Godzilla’s first appearance in the movie is treated and filmed like a natural disaster, with lots of found footage, news footage, and shots of destruction rather than of the monster himself. And when we do finally see Godzilla, he looks silly: he has googly-eyes, inflamed gills, and can’t even stand up on his own. Both the Japanese government, and the audience, underestimates this Godzilla despite him already causing billions of yen in property damage and hundreds of deaths.
And because of this underestimation, and the way that the initial response to a more threatening Godzilla is with violence, the end-of-act-two Godzilla rampage scene finds Japan completely unable to deal with the increased level of destruction Godzilla causes.
And that scene is one of the most dissonant scenes I’ve ever seen in a movie. Because, on one hand, it’s arguably the best Godzilla destruction scene in the franchise’s history. Not only are we starting with the scariest looking Godzilla to date – with sinewy, scab-like skin covering a glowing red core – but the scale of everything is captured fantastically. How the scene builds to the reveal of this Godzilla’s atomic breath, and witnessing how it obliterates Japan is epic. Seeing Godzilla stand tall among the burning wreckage of Tokyo is jaw dropping.
But it is not the sort of jaw dropping that makes you want to cheer. Watching Tokyo get annihilated by this unstoppable monster was not fun. It was genuinely horrifying, which is rare for a modern Godzilla movie.
But that horror pays off tremendously in the finale when Godzilla comes face-to-face with the full force of international cooperation and Japanese civil-engineering efforts. And as silly as it sounds on paper, the most triumphant scene in this entire movie might be one where an iconic feature of Japanese civil engineering gangs up on Godzilla. The film really drives home the point that the best way to fight fire isn’t with fire, but water.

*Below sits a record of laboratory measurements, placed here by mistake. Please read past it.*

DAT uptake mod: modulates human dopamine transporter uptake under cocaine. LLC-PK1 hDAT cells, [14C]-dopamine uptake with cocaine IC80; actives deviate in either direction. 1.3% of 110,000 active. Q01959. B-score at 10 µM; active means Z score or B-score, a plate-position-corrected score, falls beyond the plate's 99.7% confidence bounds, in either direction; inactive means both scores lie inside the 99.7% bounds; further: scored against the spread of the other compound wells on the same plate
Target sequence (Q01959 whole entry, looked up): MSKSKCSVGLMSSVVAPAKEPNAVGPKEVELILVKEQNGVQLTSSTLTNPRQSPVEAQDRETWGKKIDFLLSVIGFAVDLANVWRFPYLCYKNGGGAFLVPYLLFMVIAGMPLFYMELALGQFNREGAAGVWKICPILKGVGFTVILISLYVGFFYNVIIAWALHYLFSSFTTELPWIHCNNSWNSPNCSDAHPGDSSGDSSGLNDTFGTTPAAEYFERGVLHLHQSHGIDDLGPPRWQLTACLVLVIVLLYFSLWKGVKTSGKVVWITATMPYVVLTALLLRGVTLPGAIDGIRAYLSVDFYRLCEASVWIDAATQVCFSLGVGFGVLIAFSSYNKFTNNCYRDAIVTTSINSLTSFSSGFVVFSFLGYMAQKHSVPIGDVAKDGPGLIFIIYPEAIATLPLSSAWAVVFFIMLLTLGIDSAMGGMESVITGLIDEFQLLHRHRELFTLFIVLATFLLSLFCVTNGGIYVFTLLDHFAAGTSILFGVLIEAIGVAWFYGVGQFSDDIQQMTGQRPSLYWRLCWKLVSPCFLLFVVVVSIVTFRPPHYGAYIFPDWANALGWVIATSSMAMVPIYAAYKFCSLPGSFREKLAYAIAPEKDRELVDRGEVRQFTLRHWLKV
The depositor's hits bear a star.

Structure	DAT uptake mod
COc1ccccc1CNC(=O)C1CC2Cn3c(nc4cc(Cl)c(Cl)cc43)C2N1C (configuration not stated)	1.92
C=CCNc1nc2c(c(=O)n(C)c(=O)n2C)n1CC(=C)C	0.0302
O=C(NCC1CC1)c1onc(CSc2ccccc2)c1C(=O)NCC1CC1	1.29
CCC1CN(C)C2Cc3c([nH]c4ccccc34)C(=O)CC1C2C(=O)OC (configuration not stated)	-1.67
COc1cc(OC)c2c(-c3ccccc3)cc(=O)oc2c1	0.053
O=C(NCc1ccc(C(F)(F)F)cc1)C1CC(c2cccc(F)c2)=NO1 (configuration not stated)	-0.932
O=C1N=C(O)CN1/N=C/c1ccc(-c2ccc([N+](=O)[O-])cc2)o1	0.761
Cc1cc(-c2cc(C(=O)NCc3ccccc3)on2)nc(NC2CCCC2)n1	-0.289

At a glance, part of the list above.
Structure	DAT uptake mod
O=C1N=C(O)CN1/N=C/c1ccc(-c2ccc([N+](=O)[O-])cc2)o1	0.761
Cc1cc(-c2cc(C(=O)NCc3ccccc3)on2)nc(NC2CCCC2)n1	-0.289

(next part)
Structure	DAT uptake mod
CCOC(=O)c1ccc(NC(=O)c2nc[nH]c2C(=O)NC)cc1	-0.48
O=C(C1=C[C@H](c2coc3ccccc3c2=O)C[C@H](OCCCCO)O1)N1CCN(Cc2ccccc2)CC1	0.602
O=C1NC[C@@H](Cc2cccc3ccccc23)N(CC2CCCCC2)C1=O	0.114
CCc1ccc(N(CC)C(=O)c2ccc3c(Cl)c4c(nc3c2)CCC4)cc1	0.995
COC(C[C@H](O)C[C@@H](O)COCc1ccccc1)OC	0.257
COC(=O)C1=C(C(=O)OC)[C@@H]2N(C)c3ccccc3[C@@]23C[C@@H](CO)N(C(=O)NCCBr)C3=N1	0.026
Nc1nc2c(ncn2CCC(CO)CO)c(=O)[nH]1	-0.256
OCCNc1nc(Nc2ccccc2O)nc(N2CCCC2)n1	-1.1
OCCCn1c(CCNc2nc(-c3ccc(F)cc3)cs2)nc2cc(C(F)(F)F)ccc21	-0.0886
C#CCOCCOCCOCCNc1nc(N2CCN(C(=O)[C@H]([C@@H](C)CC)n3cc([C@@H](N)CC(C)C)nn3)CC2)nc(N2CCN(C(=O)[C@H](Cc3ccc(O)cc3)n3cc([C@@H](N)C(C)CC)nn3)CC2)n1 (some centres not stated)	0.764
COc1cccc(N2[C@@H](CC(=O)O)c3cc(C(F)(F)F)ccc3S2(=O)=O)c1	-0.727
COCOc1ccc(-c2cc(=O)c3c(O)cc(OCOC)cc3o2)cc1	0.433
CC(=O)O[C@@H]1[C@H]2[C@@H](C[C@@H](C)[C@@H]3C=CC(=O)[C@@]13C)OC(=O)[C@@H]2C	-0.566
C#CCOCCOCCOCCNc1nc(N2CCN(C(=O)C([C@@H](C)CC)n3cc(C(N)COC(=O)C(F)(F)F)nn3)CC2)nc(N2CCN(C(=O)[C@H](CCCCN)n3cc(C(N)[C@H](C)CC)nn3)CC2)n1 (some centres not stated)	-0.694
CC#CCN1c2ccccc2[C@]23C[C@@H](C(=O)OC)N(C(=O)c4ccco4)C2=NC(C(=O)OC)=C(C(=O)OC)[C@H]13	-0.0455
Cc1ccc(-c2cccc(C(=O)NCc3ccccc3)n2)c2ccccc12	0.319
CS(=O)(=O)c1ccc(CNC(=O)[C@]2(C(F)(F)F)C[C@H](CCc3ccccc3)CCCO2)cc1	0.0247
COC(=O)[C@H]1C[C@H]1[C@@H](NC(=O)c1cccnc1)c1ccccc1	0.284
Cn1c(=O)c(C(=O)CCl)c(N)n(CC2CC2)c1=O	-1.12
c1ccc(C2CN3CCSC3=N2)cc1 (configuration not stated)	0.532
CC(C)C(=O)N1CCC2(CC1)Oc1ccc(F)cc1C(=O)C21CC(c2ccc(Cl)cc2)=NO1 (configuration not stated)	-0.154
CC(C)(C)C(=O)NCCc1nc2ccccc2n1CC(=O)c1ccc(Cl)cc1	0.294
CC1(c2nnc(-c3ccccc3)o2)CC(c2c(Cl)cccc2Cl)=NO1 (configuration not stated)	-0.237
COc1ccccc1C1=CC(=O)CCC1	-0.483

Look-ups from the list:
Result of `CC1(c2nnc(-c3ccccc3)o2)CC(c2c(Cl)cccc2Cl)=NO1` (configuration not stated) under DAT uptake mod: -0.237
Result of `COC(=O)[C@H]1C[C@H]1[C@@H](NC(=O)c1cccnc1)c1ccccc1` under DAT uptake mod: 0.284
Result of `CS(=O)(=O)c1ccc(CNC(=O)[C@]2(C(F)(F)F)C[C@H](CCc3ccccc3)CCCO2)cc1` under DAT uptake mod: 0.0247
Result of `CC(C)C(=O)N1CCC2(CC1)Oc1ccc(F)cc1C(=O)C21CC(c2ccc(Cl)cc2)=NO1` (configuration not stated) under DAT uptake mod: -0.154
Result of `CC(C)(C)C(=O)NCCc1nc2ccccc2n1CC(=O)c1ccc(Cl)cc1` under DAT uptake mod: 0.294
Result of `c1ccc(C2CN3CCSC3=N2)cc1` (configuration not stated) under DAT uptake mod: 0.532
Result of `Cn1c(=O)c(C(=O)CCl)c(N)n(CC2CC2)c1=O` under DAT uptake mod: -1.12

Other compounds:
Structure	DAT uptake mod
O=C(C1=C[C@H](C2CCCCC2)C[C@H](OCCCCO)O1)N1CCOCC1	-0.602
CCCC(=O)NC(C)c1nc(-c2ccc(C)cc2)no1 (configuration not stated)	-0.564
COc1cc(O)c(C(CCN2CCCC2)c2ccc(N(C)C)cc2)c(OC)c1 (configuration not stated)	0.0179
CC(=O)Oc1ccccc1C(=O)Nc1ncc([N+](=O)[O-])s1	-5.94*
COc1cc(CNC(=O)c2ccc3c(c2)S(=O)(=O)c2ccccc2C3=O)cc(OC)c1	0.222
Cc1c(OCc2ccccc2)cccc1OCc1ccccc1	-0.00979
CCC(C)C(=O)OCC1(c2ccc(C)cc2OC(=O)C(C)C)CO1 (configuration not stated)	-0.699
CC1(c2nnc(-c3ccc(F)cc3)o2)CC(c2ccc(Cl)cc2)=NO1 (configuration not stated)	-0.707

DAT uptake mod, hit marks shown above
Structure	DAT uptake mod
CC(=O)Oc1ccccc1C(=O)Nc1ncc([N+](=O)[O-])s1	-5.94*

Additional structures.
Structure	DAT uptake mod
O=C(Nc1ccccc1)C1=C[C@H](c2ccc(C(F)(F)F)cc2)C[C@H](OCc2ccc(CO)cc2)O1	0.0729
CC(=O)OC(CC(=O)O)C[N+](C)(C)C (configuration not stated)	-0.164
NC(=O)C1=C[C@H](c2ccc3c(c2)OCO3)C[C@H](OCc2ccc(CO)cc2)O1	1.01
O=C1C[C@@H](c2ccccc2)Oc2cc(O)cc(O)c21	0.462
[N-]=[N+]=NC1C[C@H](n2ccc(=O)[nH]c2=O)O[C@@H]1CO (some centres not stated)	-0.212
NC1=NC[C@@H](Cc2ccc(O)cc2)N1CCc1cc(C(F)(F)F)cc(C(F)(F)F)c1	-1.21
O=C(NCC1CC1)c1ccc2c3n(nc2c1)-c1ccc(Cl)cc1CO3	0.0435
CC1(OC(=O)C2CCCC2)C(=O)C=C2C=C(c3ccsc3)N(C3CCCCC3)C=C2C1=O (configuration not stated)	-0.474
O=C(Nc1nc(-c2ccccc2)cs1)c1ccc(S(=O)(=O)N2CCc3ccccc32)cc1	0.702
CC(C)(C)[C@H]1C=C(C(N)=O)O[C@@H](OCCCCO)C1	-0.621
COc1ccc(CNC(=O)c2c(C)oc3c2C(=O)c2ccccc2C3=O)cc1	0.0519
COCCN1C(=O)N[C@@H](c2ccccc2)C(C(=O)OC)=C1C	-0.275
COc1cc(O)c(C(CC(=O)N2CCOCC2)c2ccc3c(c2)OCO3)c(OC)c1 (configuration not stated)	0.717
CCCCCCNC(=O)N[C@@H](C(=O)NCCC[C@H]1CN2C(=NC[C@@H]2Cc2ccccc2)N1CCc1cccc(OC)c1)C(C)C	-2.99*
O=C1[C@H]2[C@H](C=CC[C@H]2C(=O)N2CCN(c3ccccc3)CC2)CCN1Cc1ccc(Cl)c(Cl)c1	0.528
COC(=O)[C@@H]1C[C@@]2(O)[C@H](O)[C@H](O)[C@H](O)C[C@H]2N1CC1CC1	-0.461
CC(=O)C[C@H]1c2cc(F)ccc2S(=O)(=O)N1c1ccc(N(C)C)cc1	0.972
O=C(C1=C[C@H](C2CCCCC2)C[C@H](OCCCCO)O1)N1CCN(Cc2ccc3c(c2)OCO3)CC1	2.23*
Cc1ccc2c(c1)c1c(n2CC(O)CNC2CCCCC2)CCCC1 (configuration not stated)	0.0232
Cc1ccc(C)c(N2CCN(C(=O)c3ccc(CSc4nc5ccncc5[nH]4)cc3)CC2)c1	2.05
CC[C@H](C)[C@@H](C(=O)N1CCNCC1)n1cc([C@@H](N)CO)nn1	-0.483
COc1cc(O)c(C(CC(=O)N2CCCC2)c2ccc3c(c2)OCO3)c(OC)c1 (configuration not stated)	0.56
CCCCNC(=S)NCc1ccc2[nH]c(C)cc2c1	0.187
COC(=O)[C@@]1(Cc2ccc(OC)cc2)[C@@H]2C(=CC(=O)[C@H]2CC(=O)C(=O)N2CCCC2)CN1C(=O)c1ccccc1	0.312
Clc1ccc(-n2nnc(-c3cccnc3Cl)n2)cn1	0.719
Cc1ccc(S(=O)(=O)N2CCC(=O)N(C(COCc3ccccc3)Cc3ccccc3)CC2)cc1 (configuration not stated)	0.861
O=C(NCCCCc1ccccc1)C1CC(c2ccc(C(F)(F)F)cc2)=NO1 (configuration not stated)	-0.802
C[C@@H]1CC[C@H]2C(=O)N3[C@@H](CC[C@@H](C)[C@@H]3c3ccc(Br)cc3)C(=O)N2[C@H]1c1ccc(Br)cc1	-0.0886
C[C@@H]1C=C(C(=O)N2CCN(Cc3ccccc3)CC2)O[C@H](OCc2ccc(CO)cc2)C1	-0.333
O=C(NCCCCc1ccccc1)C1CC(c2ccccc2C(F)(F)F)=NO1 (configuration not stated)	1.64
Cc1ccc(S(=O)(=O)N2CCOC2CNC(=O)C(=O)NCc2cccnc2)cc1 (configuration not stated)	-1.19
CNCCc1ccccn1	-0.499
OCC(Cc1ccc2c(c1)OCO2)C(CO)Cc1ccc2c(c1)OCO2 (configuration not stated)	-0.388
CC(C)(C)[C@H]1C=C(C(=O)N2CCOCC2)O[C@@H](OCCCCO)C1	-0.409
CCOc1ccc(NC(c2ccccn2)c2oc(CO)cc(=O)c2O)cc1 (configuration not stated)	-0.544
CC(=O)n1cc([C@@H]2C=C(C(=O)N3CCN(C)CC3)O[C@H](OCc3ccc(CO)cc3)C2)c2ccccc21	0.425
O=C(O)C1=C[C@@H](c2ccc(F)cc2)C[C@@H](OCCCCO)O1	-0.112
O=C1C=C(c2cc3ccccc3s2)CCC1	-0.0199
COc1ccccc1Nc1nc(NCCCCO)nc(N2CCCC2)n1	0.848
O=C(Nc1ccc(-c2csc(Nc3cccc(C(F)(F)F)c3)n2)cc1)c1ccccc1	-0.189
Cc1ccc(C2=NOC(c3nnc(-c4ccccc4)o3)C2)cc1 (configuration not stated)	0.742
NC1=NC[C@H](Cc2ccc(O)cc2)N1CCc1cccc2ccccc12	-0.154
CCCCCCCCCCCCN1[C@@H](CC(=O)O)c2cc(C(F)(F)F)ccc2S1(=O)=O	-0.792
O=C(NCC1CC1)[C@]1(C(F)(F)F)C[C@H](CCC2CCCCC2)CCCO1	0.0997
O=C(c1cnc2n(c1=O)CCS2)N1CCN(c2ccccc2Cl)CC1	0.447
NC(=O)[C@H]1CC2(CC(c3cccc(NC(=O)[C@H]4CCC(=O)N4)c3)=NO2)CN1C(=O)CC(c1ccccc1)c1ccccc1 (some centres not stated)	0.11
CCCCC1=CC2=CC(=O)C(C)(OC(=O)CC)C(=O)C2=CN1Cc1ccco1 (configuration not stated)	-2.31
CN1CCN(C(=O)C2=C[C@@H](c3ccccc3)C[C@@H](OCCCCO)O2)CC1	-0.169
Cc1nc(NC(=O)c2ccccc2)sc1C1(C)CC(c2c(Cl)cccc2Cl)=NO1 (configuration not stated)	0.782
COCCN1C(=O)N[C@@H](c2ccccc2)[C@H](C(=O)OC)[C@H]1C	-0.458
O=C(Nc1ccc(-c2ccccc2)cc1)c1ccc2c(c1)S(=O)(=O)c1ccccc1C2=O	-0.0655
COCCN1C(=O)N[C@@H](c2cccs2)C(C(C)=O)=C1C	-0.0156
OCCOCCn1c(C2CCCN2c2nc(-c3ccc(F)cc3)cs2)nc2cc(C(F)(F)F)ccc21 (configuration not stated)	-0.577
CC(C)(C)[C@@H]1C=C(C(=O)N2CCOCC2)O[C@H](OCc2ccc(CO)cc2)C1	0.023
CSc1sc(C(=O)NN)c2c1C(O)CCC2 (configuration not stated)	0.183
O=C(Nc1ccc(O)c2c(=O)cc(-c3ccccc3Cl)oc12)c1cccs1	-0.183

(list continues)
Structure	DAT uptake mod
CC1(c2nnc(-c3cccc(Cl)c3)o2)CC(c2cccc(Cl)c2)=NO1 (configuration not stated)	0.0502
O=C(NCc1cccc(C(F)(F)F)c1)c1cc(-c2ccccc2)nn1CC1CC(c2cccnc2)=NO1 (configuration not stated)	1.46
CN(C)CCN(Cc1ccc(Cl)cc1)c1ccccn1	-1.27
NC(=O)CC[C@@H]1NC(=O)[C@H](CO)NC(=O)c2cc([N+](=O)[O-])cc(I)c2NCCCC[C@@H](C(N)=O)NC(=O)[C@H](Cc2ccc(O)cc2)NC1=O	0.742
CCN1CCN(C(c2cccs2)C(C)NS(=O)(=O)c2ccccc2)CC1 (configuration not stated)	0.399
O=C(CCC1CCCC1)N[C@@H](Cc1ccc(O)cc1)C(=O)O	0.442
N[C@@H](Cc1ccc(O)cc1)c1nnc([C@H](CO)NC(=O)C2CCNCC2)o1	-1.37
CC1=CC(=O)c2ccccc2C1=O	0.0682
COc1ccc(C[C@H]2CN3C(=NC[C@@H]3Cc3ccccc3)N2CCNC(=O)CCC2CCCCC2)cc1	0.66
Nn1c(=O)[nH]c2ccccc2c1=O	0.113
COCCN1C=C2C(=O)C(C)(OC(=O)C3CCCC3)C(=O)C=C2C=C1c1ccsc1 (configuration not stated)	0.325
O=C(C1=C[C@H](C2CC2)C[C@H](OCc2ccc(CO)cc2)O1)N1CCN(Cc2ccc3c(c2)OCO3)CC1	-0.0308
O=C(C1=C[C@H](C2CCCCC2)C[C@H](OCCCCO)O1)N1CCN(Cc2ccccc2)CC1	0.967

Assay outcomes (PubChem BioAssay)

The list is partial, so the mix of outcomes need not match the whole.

But I’ve written over a thousand words on Shin Godzilla, and somehow not directly complimented the direction of Hideaki Anno. Probably most well-known for Neon Genesis Evangelion, Anno brings his anime sensibilities to Shin Godzilla in spades. While this isn’t always for the best – almost every shot of a person talking is in extreme close-up, while shots of boardrooms are almost always in a weird semi-fisheye perspective – it pays dividends when it comes to the overall pacing of government actions. Anno blazes through the bureaucratic gridlock of the first act by signifying the constant passing of the buck and inaction through sheer number of cuts. He directs these countless meetings like action scenes, and fills them with subtle jokes – like people’s official titles getting longer and longer on-screen subtitles as they get more and more responsibility – so that they are way less boring for the audience then they are for the characters. Moreover, the movie goes all in with treating Yaguchi’s team of politicians, biologists, chemists, etc. as action heroes, doing things that will eventually save the day.
Anno’s experience with giant robots and monsters in anime also means that he can direct the heck out of a Godzilla scene, perfectly capturing the scale of Godzilla compared to the city, and the sheer amount of destruction he leaves in his wake. There’s a seeming effortlessness in how he cuts from a line of tanks firing at Godzilla to seeing the missiles explode ineffectually of his hide that so many other directors can’t nail.
The movie also make incredible use of the classic 1954 Godzilla soundtrack, which plays in retro sounding mono over contemporary CG visuals of Godzilla rampaging through the city, creating a tangible link across 60 years of Godzilla.
Shin Godzilla will not work as well for other people as it did for me. It has, for my money, the single best kaiju rampage in the franchise, but if that’s all you’re looking for out of a Godzilla movie, wait for it to go up on Youtube, and enjoy it. But the movie as a whole is not one where we root for Godzilla because he’s the cool dinosaur with atomic breath, it’s one where we root for humanity to search for peaceful and cooperative solutions to world ending scenarios. And that’s what really makes Shin Godzilla epic.